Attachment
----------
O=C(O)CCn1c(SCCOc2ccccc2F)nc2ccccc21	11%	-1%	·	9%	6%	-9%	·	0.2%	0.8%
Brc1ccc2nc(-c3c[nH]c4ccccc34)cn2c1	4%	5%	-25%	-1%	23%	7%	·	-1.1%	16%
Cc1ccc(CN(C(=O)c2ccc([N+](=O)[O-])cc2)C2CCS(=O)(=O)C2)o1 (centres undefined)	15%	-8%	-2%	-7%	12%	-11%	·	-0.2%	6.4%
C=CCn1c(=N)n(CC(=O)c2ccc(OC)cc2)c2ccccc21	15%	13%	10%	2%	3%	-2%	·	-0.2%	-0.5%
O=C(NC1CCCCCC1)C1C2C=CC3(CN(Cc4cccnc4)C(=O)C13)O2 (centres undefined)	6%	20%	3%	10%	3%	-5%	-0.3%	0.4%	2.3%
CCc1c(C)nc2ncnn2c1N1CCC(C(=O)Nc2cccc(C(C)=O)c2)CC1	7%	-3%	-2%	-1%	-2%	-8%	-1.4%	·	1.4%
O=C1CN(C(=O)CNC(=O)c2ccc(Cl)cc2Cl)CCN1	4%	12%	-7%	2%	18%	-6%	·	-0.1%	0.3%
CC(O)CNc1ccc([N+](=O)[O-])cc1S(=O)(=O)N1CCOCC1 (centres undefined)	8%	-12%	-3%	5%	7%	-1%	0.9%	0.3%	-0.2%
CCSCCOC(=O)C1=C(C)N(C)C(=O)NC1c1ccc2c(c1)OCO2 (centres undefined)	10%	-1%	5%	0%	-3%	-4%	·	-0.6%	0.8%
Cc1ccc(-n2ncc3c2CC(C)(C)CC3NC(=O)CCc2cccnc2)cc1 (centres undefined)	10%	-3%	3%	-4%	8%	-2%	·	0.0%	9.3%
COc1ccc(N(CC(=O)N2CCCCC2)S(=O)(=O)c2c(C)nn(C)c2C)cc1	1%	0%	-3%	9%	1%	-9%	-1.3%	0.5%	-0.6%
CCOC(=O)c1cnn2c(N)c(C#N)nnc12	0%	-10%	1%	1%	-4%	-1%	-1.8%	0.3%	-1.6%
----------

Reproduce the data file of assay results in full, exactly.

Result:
O=C(O)CCn1c(SCCOc2ccccc2F)nc2ccccc21	11%	-1%	·	9%	6%	-9%	·	0.2%	0.8%
Brc1ccc2nc(-c3c[nH]c4ccccc34)cn2c1	4%	5%	-25%	-1%	23%	7%	·	-1.1%	16%
Cc1ccc(CN(C(=O)c2ccc([N+](=O)[O-])cc2)C2CCS(=O)(=O)C2)o1 (centres undefined)	15%	-8%	-2%	-7%	12%	-11%	·	-0.2%	6.4%
C=CCn1c(=N)n(CC(=O)c2ccc(OC)cc2)c2ccccc21	15%	13%	10%	2%	3%	-2%	·	-0.2%	-0.5%
O=C(NC1CCCCCC1)C1C2C=CC3(CN(Cc4cccnc4)C(=O)C13)O2 (centres undefined)	6%	20%	3%	10%	3%	-5%	-0.3%	0.4%	2.3%
CCc1c(C)nc2ncnn2c1N1CCC(C(=O)Nc2cccc(C(C)=O)c2)CC1	7%	-3%	-2%	-1%	-2%	-8%	-1.4%	·	1.4%
O=C1CN(C(=O)CNC(=O)c2ccc(Cl)cc2Cl)CCN1	4%	12%	-7%	2%	18%	-6%	·	-0.1%	0.3%
CC(O)CNc1ccc([N+](=O)[O-])cc1S(=O)(=O)N1CCOCC1 (centres undefined)	8%	-12%	-3%	5%	7%	-1%	0.9%	0.3%	-0.2%
CCSCCOC(=O)C1=C(C)N(C)C(=O)NC1c1ccc2c(c1)OCO2 (centres undefined)	10%	-1%	5%	0%	-3%	-4%	·	-0.6%	0.8%
Cc1ccc(-n2ncc3c2CC(C)(C)CC3NC(=O)CCc2cccnc2)cc1 (centres undefined)	10%	-3%	3%	-4%	8%	-2%	·	0.0%	9.3%
COc1ccc(N(CC(=O)N2CCCCC2)S(=O)(=O)c2c(C)nn(C)c2C)cc1	1%	0%	-3%	9%	1%	-9%	-1.3%	0.5%	-0.6%
CCOC(=O)c1cnn2c(N)c(C#N)nnc12	0%	-10%	1%	1%	-4%	-1%	-1.8%	0.3%	-1.6%